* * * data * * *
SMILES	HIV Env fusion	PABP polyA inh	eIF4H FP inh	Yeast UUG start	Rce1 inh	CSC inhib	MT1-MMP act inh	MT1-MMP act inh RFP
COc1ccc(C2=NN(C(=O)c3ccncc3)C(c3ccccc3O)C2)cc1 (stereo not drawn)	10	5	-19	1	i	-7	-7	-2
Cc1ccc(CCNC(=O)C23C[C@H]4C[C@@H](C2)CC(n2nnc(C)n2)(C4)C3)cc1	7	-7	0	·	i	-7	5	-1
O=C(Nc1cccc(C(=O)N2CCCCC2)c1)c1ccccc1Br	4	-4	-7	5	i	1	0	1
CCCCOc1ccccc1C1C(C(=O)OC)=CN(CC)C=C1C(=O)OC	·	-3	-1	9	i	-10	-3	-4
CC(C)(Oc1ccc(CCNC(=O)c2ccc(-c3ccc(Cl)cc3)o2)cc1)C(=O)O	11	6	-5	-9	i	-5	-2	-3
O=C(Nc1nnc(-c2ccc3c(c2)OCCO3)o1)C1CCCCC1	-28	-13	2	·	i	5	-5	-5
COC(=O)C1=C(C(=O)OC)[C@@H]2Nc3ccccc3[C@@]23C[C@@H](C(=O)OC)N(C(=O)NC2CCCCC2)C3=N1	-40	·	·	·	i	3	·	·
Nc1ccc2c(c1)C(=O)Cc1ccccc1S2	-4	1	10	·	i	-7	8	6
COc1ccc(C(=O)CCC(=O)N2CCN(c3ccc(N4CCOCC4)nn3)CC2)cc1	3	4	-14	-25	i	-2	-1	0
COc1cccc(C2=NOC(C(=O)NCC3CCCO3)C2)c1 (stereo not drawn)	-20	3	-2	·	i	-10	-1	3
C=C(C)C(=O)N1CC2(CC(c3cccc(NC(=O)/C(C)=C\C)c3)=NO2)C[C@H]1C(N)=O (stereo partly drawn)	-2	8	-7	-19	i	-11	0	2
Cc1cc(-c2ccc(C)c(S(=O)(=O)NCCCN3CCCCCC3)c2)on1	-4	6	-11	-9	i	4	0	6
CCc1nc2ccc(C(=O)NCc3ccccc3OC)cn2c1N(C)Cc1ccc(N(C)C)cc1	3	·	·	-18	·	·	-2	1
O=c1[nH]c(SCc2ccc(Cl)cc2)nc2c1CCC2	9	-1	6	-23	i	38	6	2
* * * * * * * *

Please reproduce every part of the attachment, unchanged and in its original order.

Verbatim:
SMILES	HIV Env fusion	PABP polyA inh	eIF4H FP inh	Yeast UUG start	Rce1 inh	CSC inhib	MT1-MMP act inh	MT1-MMP act inh RFP
COc1ccc(C2=NN(C(=O)c3ccncc3)C(c3ccccc3O)C2)cc1 (stereo not drawn)	10	5	-19	1	i	-7	-7	-2
Cc1ccc(CCNC(=O)C23C[C@H]4C[C@@H](C2)CC(n2nnc(C)n2)(C4)C3)cc1	7	-7	0	·	i	-7	5	-1
O=C(Nc1cccc(C(=O)N2CCCCC2)c1)c1ccccc1Br	4	-4	-7	5	i	1	0	1
CCCCOc1ccccc1C1C(C(=O)OC)=CN(CC)C=C1C(=O)OC	·	-3	-1	9	i	-10	-3	-4
CC(C)(Oc1ccc(CCNC(=O)c2ccc(-c3ccc(Cl)cc3)o2)cc1)C(=O)O	11	6	-5	-9	i	-5	-2	-3
O=C(Nc1nnc(-c2ccc3c(c2)OCCO3)o1)C1CCCCC1	-28	-13	2	·	i	5	-5	-5
COC(=O)C1=C(C(=O)OC)[C@@H]2Nc3ccccc3[C@@]23C[C@@H](C(=O)OC)N(C(=O)NC2CCCCC2)C3=N1	-40	·	·	·	i	3	·	·
Nc1ccc2c(c1)C(=O)Cc1ccccc1S2	-4	1	10	·	i	-7	8	6
COc1ccc(C(=O)CCC(=O)N2CCN(c3ccc(N4CCOCC4)nn3)CC2)cc1	3	4	-14	-25	i	-2	-1	0
COc1cccc(C2=NOC(C(=O)NCC3CCCO3)C2)c1 (stereo not drawn)	-20	3	-2	·	i	-10	-1	3
C=C(C)C(=O)N1CC2(CC(c3cccc(NC(=O)/C(C)=C\C)c3)=NO2)C[C@H]1C(N)=O (stereo partly drawn)	-2	8	-7	-19	i	-11	0	2
Cc1cc(-c2ccc(C)c(S(=O)(=O)NCCCN3CCCCCC3)c2)on1	-4	6	-11	-9	i	4	0	6
CCc1nc2ccc(C(=O)NCc3ccccc3OC)cn2c1N(C)Cc1ccc(N(C)C)cc1	3	·	·	-18	·	·	-2	1
O=c1[nH]c(SCc2ccc(Cl)cc2)nc2c1CCC2	9	-1	6	-23	i	38	6	2